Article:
To discover DAMs between the samples, we filtered genera with a log2-fold change of ≥ 2 or ≤ − 2, p value of < 0.05, and base mean read count of > 100 using DEseq2. The genera with top differential abundance at the genus level were summarized (supplemental Table 1). A positive log2-fold change indicated that the proportion of a specific bacterium from the odontogenic rhinosinusitis samples was more than that from the nonodontogenic samples, and a negative log2-fold change indicated that the proportion of a specific bacterium from the nonodontogenic rhinosinusitis samples was more than that from the odontogenic samples. Porphyromonas, Fusobacterium, Campylobacter, Prevotella, and Streptococcus were significantly dominant in the odontogenic rhinosinusitis samples, whereas, Staphylococcus, Corynebacterium, Bacteroides, Microbacterium, and Dolosigranulum were dominant in the nonodontogenic rhinosinusitis samples.
The genera with ≥ 1% abundance in either group were collected to assess the most prevalent and relatively abundant microbiomes (Fig. 4). Fusobacterium and Staphylococcus had the highest abundance in the odontogenic group and nonodontogenic rhinosinusitis group, respectively. Furthermore, Fusobacterium and Corynebacterium had the highest prevalence in the odontogenic group and nonodontogenic rhinosinusitis group, respectively. In addition, Microbacterium, Enterobacteriaceae, and Dolosigranulum were rare, occurring only in the nonodontogenic group; Peptostreptococcus and Filifacter occurred only in the odontogenic group.
The functional analysis of microbiome between ORS and nORS samples were performed by PICRUSt2. As shown in Fig. 5, results demonstrated that the abundances of several functional categories showing significant difference between two groups at a false discovery rate of 5%. Several aerobic-related categories were notably listed. We observed a decrease in the abundance of microbes involved in TCA cycle and aerobic respiration, and increase in adenosylcobalamin biosynthesis related pathways (adenosylcobalamin biosynthesis from cobyrinate a,c-diamide I, adenosylcobalamin salvage from cobinamide I, andadenosylcobalamin salvage from cobanamide II) in ORS group as compared to nORS group.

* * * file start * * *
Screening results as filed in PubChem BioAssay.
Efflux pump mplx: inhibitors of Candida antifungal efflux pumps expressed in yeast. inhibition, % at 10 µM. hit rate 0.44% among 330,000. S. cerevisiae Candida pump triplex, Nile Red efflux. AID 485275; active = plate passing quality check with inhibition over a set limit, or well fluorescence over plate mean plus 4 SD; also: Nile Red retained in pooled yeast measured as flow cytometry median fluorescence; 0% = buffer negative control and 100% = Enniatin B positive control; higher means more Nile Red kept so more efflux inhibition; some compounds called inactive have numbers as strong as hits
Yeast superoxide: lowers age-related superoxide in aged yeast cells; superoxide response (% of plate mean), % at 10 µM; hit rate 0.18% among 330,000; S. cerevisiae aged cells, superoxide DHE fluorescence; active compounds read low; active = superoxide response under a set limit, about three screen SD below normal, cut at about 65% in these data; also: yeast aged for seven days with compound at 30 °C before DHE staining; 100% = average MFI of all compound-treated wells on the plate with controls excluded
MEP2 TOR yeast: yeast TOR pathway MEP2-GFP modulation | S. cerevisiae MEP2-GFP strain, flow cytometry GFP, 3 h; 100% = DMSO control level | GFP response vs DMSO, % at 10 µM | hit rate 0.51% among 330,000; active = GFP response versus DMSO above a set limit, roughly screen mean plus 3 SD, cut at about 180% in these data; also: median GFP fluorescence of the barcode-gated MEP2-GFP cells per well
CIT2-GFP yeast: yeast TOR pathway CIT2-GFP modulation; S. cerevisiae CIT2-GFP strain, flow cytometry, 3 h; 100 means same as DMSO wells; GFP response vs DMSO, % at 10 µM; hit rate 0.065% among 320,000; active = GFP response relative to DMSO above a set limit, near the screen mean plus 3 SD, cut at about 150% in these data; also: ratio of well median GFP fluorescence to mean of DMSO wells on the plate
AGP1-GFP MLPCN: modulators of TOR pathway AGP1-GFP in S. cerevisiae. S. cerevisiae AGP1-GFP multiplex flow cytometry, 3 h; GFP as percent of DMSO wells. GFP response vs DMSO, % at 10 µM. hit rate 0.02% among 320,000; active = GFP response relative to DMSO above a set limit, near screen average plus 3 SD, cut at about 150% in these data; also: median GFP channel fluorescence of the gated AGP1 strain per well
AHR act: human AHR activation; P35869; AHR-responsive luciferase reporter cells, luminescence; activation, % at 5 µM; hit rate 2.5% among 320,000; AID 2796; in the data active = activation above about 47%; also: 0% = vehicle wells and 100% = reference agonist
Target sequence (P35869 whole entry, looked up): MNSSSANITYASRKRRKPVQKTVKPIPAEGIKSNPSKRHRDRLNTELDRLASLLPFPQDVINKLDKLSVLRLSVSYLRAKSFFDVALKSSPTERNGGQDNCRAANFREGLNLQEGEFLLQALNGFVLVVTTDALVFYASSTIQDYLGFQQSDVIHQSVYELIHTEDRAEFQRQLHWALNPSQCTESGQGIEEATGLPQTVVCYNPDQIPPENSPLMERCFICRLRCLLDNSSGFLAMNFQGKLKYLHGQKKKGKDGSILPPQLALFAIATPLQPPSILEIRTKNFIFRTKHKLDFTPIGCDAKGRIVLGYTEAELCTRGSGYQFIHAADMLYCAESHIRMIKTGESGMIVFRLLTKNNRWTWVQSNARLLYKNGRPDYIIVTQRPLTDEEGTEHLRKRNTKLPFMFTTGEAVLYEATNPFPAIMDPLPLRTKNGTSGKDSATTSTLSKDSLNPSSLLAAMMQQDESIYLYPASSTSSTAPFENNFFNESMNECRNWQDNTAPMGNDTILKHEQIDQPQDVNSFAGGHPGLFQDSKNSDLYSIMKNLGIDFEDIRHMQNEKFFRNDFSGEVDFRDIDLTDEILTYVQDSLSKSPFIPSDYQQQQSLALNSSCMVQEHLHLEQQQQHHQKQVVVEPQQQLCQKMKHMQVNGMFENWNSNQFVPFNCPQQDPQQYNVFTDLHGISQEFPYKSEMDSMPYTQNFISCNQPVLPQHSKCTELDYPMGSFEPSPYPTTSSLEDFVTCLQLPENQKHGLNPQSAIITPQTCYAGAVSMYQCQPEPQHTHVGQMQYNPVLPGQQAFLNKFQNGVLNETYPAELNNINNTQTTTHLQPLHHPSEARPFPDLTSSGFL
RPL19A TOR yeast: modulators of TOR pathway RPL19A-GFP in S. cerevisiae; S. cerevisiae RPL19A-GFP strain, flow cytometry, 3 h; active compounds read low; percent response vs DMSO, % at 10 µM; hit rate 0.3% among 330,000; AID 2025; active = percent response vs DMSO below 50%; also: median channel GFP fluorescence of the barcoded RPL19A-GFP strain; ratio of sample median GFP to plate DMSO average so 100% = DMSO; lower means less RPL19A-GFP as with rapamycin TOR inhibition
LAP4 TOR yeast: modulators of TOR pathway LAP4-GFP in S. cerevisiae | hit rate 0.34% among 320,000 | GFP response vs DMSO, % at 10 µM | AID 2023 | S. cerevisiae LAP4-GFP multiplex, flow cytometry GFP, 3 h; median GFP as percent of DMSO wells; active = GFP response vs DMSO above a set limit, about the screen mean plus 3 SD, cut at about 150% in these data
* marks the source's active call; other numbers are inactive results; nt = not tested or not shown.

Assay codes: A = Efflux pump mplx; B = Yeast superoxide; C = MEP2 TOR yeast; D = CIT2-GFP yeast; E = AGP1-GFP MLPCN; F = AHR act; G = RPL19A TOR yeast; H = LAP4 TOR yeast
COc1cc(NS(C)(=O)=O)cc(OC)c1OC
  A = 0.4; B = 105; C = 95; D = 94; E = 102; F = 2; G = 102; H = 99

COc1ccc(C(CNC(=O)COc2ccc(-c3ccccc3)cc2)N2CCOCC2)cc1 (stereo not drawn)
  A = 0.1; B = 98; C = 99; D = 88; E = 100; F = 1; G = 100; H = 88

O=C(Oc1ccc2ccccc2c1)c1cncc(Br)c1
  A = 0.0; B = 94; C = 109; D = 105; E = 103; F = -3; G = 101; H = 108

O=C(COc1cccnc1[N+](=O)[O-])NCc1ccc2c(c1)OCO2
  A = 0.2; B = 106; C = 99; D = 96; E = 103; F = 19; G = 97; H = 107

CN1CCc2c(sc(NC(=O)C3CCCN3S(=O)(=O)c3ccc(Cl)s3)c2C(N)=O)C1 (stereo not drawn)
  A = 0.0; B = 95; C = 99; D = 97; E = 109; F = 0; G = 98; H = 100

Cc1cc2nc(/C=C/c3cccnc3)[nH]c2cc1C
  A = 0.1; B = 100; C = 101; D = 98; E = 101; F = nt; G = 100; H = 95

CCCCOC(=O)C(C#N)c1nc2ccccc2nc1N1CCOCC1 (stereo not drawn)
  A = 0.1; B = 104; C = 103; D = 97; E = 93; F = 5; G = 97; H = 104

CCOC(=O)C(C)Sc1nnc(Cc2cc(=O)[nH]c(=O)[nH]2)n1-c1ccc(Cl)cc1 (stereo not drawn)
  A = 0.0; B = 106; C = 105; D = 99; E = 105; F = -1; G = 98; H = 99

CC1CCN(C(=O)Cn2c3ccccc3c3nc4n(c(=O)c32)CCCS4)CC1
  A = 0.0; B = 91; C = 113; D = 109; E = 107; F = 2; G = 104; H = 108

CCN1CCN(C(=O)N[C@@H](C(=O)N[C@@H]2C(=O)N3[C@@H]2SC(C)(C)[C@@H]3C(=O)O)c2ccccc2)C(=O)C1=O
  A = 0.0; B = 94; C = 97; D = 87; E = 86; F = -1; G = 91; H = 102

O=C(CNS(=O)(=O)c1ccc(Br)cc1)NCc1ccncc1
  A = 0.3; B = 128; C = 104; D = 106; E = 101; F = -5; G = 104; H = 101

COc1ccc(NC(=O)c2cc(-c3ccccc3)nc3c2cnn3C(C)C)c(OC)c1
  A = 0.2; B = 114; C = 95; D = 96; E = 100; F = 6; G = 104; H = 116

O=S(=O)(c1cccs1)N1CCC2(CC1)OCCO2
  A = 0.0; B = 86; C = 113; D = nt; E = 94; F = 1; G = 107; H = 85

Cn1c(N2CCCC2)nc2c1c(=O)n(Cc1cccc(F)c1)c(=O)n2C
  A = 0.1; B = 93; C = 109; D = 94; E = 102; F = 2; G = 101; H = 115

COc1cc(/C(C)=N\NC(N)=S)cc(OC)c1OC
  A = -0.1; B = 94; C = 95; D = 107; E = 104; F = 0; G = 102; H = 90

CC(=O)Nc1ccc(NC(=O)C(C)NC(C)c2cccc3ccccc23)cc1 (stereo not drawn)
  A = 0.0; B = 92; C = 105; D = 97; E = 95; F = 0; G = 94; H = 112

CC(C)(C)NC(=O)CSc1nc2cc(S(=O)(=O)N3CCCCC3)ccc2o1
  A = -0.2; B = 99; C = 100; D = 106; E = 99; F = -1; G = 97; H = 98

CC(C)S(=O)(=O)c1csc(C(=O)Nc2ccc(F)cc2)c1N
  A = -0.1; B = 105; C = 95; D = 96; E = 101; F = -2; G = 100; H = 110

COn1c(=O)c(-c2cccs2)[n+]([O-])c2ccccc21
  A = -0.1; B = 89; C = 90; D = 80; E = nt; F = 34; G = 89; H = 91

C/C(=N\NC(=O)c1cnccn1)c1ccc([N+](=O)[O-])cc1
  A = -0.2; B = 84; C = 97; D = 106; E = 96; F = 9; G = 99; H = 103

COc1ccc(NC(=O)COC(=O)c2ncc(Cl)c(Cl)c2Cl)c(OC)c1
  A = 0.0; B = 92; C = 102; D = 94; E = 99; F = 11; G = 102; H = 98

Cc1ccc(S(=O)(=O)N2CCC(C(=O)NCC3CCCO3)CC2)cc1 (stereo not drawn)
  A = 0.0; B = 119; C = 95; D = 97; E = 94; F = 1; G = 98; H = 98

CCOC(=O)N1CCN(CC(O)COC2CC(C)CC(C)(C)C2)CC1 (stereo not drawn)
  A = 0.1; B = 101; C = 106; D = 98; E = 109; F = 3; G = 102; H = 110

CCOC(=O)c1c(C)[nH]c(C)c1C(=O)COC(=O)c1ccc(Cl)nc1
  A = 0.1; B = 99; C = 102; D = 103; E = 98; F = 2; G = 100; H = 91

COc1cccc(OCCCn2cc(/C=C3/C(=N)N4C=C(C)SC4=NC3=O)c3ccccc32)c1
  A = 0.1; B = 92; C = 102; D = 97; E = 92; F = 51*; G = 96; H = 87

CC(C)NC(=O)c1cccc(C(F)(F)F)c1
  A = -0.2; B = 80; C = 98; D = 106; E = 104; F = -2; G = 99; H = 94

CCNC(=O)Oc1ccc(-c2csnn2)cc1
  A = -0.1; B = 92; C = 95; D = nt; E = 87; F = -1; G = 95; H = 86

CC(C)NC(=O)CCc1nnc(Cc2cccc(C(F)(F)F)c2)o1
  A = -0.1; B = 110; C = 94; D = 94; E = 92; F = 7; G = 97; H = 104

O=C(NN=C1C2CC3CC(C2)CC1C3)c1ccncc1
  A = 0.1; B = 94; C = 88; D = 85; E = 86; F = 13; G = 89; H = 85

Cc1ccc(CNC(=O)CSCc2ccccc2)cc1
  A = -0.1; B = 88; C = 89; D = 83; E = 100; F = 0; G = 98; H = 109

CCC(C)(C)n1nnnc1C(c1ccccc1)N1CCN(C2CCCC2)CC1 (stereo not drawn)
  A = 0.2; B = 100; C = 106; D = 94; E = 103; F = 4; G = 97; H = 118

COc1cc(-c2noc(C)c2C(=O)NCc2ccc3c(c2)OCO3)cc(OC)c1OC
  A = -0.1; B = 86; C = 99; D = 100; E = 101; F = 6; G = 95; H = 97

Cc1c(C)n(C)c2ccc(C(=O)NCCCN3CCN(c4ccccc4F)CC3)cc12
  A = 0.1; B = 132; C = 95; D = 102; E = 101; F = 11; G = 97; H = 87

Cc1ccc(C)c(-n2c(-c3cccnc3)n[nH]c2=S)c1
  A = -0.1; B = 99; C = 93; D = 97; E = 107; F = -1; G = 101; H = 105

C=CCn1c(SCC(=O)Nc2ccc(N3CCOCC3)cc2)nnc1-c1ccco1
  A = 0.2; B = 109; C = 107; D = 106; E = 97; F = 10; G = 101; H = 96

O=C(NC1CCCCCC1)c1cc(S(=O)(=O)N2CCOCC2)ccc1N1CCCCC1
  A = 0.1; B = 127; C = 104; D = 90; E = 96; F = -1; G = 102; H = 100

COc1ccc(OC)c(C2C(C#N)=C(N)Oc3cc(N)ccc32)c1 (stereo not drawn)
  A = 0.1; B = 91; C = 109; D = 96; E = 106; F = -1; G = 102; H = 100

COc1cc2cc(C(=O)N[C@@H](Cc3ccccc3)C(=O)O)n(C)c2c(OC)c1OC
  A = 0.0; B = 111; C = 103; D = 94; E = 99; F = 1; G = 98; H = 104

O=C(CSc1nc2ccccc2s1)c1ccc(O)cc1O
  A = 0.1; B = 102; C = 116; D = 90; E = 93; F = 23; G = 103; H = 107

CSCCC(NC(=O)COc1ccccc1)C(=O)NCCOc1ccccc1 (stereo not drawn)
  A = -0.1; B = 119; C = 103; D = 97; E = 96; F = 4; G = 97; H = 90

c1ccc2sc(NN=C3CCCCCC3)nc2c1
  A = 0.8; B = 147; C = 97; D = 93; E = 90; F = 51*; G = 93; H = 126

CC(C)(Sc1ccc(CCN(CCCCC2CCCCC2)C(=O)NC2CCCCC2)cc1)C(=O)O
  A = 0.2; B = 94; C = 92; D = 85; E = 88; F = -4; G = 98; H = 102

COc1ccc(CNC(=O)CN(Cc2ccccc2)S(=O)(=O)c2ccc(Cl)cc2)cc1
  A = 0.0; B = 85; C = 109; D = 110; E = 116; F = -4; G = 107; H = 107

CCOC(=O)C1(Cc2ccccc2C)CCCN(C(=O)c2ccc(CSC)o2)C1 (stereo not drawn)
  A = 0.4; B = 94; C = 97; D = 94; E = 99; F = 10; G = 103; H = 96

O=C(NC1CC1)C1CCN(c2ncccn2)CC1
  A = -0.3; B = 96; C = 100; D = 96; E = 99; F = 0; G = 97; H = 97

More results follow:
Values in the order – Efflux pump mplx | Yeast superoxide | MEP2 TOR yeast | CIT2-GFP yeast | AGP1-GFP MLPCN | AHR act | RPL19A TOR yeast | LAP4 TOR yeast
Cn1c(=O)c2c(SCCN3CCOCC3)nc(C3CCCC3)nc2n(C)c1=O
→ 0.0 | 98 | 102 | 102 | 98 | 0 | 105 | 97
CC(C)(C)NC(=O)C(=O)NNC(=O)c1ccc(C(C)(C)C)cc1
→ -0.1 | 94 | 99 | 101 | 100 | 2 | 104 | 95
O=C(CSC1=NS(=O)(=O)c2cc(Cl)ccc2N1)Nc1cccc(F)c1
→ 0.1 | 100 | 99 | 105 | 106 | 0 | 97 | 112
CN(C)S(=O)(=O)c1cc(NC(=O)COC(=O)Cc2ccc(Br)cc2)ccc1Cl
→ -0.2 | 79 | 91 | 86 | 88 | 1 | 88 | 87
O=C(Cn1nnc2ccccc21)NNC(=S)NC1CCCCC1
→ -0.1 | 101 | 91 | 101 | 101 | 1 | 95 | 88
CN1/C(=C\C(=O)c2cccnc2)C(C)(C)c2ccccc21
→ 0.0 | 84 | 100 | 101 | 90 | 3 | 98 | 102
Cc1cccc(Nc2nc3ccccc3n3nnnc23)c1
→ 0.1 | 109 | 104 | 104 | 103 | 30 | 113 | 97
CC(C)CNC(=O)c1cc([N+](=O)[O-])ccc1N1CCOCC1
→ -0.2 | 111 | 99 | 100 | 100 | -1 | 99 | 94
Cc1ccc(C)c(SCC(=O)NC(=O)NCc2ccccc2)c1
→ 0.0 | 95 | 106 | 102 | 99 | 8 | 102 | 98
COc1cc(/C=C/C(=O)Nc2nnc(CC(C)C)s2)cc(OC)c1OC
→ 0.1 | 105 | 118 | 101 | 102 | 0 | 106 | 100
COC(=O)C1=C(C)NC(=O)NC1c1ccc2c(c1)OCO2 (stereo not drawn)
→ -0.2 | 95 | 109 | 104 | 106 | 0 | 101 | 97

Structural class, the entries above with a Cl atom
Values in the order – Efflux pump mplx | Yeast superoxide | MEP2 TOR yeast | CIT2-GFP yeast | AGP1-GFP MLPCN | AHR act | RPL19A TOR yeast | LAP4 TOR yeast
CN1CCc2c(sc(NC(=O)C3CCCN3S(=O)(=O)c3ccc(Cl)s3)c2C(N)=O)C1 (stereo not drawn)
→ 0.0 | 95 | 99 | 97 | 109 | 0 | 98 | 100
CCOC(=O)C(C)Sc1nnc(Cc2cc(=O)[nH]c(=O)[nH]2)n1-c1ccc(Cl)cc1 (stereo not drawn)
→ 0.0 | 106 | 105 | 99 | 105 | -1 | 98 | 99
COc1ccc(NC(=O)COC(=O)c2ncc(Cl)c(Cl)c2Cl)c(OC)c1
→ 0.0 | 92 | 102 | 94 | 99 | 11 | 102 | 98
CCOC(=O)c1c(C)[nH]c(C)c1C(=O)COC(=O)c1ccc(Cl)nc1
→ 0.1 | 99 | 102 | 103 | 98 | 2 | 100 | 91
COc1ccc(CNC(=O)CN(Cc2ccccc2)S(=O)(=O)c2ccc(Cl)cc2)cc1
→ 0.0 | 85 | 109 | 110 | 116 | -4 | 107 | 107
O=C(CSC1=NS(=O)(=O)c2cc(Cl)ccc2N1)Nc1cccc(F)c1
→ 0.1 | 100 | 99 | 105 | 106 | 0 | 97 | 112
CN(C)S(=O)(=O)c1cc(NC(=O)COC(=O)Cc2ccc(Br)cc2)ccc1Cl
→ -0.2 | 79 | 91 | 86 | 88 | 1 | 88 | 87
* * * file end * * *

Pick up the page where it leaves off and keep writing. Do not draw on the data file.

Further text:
For observing the microbiome association between nasal and oral, 5 ORS and 1 nORS nasal-oral paired samples were collected for further analysis. Three red-complex bacteria were mainly focused, Bacteroides forsythus, Porphyromonas gingivalis, and Treponema denticola, which are implicated in severe forms of periodontal diseases20. Due to the taxonomic resolution of targeting of 16S variable regions with short-read sequencing, here we focused on genus level. Analysis results show that Bacteroides and Treponema were very low abundance among these paired samples (< 0.1%). However, Porphyromonas were high abundance in both ORS nasal and oral samples, and low abundance in nORS samples (Fig. 6A). Interestingly, in all of our nasal samples, Porphyromonas also shows high abundance in ORS samples and low abundance in nORS sample (Fig. 6B), which may imply potential associations between nasal and oral in odontogenic rhinosinusitis patients.
Correlations between relative abundance of bacteria
The Pearson’s correlation of 16S sequencing data was evaluated, with filtering at a coefficient p value of 0.05 (Fig. 7). Significant positive and negative correlations were observed among different bacteria from the odontogenic rhinosinusitis samples. Staphylococcus was highly associated and positively correlated with Corynebacterium, Sphinogomonas, and Caulobacter; similarly, Streptococcus was highly associated and positively correlated with Fusobacterium. By contrast, Prophyromonas exhibited a highly negative correlation with Staphylococcus, Streptococcus, and Fusobacterium.